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Eur Urol. 2019 Sep 4. pii: S0302-2838(19)30619-0. doi: 10.1016/j.eururo.2019.08.005. [Epub ahead of print]

Recent Global Patterns in Prostate Cancer Incidence and Mortality Rates.

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Surveillance and Health Services Research Program, American Cancer Society, Atlanta, GA, USA. Electronic address:
Cancer Surveillance Section, International Agency for Research on Cancer, Lyon, France.
Department of Radiation Oncology, Massachusetts General Hospital, Boston, MA, USA.
Surveillance and Health Services Research Program, American Cancer Society, Atlanta, GA, USA.



Previous studies have reported significant variation in prostate cancer rates and trends mainly due to differences in detection practices, availability of treatment, and underlying genetic susceptibility.


To assess recent worldwide prostate cancer incidence, mortality rates, and trends using up-to-date incidence and mortality data.


We present estimated age-standardized prostate cancer incidence and mortality rates by country and world regions for 2018 based on the GLOBOCAN database. We also examined rates and temporal trends for incidence (44 countries) and mortality (76 countries) based on data series from population-based registries.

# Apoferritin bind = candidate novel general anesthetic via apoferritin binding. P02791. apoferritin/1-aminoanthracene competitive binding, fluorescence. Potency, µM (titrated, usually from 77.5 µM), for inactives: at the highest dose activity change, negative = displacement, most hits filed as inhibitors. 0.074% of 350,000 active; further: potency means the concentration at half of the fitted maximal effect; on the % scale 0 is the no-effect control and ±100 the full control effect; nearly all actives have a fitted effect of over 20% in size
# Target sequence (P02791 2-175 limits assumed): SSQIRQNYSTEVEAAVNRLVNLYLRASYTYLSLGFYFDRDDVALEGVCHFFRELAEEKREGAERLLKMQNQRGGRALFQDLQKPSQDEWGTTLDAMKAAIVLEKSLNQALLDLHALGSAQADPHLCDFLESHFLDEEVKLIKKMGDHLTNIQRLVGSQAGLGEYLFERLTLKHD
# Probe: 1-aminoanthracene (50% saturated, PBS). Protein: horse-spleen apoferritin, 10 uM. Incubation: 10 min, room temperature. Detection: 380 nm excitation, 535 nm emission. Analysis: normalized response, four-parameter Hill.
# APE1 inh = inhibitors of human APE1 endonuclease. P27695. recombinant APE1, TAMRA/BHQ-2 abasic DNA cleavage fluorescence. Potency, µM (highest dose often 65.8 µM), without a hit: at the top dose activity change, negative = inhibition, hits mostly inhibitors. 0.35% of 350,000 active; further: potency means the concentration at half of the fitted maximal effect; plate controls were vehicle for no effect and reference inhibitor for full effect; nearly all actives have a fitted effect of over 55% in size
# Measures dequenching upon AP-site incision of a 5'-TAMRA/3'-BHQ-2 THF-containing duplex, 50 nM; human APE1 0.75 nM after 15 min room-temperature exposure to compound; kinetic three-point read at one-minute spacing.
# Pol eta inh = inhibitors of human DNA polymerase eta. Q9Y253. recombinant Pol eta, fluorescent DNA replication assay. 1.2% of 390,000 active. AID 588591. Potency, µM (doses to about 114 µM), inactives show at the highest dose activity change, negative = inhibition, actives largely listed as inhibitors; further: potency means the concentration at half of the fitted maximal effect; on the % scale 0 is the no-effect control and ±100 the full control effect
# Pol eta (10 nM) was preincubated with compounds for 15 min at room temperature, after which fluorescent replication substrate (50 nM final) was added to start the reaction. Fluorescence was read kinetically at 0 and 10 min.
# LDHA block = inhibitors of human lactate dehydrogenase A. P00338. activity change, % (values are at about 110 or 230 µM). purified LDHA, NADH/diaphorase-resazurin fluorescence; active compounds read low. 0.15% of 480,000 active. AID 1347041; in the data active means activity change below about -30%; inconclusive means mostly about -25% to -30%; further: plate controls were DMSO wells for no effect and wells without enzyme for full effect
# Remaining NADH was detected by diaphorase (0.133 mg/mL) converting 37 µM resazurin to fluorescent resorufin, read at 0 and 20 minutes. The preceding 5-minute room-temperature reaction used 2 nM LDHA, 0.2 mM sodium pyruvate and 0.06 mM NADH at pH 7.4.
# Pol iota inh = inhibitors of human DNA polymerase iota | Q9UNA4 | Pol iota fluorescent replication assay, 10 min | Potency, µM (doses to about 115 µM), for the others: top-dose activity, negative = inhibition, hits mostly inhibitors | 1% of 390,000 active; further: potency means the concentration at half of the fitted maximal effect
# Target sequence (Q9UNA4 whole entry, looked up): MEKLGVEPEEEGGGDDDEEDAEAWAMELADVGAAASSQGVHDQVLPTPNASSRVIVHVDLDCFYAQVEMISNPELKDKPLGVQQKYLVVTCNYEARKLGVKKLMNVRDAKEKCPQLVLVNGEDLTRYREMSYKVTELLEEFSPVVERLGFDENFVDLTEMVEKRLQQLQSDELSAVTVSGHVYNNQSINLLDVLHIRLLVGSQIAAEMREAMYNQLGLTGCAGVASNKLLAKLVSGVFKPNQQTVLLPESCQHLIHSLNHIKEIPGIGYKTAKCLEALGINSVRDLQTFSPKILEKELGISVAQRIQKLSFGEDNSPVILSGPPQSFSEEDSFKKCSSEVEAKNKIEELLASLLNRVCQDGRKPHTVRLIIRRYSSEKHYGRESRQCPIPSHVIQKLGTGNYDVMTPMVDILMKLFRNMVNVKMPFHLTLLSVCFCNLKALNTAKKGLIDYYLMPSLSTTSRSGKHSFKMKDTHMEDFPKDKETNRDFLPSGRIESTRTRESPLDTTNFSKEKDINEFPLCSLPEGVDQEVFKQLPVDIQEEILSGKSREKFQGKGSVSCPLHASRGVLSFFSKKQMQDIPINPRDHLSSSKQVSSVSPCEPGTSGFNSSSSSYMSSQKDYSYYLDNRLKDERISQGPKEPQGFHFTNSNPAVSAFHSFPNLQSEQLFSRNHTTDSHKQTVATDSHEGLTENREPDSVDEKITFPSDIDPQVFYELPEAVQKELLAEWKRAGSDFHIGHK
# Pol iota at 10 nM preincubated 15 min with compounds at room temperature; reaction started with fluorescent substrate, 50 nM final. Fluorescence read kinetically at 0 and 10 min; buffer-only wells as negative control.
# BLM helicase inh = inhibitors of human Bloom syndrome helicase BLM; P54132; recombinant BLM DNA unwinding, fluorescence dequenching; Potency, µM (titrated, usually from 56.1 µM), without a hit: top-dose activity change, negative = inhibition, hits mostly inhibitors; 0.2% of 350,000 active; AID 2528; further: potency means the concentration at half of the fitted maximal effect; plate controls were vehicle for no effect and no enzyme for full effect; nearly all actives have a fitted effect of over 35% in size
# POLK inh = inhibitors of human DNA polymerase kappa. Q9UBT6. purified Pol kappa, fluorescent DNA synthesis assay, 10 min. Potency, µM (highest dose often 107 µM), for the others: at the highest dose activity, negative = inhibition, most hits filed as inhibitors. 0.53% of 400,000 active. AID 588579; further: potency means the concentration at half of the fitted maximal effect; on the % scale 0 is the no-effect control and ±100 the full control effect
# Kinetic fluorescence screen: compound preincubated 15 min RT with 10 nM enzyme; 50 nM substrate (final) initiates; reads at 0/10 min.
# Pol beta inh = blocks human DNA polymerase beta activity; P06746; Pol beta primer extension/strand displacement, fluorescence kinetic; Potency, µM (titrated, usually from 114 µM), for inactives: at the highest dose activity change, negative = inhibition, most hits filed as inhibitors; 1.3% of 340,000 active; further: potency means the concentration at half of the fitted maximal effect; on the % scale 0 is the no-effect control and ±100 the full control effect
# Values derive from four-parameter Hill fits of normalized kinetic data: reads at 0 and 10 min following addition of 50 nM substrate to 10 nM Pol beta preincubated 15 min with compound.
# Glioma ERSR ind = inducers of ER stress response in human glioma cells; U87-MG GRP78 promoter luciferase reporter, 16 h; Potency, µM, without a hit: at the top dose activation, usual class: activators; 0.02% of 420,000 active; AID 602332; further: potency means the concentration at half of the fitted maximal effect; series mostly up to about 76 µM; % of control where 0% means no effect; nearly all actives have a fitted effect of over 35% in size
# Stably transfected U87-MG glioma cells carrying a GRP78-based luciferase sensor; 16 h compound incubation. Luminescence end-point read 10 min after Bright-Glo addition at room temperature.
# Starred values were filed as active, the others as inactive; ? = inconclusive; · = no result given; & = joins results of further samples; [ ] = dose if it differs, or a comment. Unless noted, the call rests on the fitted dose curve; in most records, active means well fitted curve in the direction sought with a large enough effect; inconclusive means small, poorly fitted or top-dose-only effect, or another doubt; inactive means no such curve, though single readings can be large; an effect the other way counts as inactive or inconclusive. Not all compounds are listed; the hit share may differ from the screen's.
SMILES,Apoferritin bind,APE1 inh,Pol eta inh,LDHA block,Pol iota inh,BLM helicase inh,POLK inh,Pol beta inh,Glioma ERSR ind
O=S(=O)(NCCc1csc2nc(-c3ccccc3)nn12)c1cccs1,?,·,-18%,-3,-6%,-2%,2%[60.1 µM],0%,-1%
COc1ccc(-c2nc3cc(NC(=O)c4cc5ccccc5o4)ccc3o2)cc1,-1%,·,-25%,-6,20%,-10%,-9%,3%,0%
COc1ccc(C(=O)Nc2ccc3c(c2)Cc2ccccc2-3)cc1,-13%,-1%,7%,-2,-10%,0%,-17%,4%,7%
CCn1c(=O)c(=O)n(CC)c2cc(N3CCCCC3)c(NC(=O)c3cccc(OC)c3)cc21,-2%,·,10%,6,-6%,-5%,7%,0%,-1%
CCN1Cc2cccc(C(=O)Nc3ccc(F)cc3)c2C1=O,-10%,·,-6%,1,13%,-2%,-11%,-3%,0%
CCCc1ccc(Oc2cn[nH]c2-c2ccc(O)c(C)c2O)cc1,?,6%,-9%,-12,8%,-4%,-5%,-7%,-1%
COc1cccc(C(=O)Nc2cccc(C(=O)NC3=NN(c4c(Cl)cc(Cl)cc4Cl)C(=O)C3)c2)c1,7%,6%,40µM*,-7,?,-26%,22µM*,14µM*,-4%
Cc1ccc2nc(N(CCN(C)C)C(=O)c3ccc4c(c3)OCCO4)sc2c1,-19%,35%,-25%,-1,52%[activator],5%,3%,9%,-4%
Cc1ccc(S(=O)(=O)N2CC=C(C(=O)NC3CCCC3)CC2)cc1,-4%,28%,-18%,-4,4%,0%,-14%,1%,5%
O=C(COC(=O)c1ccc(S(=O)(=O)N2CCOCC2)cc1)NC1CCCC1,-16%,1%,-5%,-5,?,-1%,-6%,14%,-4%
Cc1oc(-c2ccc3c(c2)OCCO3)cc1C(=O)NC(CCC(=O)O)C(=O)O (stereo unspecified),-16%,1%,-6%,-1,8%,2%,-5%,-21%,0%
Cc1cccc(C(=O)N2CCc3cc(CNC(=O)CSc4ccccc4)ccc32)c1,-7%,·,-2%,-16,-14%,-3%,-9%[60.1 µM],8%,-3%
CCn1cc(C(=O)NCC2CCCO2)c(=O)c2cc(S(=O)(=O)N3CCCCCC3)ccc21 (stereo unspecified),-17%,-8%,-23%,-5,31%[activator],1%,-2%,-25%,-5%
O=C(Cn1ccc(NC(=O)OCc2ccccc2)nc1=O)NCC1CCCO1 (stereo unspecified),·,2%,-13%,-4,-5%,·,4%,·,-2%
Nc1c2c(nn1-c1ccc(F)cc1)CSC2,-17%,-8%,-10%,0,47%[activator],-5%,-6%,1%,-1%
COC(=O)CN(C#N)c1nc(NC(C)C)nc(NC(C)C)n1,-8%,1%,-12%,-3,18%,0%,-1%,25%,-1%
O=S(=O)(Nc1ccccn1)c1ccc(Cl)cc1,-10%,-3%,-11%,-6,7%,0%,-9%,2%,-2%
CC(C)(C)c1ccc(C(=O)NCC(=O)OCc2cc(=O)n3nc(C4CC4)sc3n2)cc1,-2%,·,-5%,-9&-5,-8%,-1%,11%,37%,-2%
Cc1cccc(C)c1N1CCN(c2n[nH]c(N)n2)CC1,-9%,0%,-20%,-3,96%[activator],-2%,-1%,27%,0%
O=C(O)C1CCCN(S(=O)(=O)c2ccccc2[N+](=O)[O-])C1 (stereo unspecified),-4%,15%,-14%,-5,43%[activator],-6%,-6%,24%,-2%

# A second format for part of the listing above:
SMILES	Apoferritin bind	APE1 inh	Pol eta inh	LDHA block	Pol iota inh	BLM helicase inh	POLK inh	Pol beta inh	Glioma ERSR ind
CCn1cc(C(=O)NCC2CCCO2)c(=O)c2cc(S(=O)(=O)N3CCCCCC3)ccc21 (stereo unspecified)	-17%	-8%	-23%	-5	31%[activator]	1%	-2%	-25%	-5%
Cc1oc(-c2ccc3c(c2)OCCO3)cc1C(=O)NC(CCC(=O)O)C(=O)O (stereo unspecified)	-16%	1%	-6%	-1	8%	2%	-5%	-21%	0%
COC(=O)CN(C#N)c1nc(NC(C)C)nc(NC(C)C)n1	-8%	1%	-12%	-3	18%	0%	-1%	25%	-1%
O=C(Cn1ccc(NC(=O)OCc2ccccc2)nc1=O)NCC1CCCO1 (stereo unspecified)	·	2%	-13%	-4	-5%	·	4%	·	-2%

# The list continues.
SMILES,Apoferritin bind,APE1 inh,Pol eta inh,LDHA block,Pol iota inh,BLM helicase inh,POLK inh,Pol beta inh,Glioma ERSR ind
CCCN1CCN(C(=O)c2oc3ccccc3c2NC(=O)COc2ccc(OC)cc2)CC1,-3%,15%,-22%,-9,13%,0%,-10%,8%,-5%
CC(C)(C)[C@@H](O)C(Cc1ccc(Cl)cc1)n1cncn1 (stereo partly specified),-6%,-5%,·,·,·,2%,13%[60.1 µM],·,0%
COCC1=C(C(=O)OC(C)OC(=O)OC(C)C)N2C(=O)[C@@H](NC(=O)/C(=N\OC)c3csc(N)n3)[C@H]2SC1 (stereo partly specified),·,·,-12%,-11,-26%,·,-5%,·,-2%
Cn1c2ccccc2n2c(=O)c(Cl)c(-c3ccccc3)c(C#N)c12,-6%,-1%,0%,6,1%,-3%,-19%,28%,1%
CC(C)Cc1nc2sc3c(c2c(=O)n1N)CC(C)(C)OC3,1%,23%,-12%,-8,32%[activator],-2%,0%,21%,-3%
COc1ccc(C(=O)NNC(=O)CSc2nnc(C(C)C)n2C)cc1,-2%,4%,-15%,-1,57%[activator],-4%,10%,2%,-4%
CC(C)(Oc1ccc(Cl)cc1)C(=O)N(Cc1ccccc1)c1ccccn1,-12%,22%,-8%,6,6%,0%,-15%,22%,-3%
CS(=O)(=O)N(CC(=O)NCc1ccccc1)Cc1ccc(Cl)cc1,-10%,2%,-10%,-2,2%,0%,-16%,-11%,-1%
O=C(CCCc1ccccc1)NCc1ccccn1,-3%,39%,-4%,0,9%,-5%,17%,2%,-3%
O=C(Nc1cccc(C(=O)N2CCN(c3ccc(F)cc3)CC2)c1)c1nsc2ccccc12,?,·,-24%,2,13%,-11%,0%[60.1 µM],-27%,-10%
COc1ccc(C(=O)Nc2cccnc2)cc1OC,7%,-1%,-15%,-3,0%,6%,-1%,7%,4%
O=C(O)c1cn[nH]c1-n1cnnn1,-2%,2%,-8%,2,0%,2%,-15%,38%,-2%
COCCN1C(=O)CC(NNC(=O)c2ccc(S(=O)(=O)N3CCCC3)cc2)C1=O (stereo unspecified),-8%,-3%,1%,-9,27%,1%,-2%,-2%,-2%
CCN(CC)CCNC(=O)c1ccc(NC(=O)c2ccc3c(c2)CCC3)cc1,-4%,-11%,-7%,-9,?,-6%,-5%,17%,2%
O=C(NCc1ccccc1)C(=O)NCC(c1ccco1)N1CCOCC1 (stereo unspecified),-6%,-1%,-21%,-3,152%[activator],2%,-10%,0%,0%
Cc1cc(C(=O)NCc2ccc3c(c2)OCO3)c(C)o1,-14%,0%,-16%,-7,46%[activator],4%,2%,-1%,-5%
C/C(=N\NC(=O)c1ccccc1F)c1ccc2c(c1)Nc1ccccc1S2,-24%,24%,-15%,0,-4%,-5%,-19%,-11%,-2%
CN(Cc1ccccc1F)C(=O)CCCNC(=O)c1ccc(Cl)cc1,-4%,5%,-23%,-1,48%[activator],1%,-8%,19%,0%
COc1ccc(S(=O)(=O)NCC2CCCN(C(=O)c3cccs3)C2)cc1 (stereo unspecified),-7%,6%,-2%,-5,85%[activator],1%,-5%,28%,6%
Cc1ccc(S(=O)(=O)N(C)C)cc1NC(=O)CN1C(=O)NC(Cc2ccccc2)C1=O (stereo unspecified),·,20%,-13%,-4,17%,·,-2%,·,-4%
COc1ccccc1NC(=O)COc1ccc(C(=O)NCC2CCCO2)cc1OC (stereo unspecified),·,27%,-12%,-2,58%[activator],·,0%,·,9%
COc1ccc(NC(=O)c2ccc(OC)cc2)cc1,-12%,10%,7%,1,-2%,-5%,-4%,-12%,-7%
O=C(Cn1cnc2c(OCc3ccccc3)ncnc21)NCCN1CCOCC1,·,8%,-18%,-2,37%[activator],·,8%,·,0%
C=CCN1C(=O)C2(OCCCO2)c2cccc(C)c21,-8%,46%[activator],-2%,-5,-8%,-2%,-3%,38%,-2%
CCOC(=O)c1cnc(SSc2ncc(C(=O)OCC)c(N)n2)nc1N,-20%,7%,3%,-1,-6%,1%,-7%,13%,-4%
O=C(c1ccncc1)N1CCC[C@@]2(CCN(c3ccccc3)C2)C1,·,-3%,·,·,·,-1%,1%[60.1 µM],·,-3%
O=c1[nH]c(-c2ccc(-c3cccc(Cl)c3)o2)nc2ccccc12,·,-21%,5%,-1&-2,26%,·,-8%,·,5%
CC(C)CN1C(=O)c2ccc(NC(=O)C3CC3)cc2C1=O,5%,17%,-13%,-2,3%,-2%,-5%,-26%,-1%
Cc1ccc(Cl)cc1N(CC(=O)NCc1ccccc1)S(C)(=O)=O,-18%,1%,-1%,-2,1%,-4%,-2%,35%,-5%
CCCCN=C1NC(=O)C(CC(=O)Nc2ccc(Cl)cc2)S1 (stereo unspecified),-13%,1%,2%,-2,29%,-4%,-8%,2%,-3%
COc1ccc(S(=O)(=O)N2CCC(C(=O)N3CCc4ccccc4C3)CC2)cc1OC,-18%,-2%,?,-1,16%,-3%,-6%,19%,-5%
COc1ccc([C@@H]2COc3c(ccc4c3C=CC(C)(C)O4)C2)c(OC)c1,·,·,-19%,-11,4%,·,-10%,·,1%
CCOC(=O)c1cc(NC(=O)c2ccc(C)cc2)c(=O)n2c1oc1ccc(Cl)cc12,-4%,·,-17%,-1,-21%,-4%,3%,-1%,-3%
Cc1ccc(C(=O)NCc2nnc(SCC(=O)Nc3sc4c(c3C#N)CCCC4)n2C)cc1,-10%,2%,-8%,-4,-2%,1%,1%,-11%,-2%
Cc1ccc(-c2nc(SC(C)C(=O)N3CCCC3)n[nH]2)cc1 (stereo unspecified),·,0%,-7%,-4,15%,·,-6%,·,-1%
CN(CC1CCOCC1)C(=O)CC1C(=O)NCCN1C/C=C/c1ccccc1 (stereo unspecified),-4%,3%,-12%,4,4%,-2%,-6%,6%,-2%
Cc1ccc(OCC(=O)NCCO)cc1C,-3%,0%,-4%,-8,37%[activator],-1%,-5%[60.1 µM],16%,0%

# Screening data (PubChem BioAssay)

The highest estimated incidence rates were found in Australia/New Zealand, Northern America, Western and Northern Europe, and the Caribbean, and the lowest rates were found in South-Central Asia, Northern Africa, and South-Eastern and Eastern Asia. The highest estimated mortality rates were found in the Caribbean (Barbados, Trinidad and Tobago, and Cuba), sub-Saharan Africa (South Africa), parts of former Soviet Union (Lithuania, Estonia, and Latvia), whereas the lowest rates were found in Asia (Thailand and Turkmenistan). Prostate cancer incidence rates during the most recent 5 yr declined (five countries) or stabilized (35 countries), after increasing for many years; in contrast, rates continued to increase for four countries in Eastern Europe and Asia. During the most recent 5 data years, mortality rates among the 76 countries examined increased (three countries), remained stable (59 countries), or decreased (14 countries).


As evident from available data, prostate cancer incidence and mortality rates have been on the decline or have stabilized recently in many countries, with decreases more pronounced in high-income countries. These trends may reflect a decline in prostate-specific antigen testing (incidence) and improvements in treatment (mortality).


We examined recent trends in prostate cancer incidence and mortality rates in 44 and 76 countries, respectively, and found that rates in most countries stabilized or decreased.


Global patterns; Prostate cancer; Prostate-specific antigen testing

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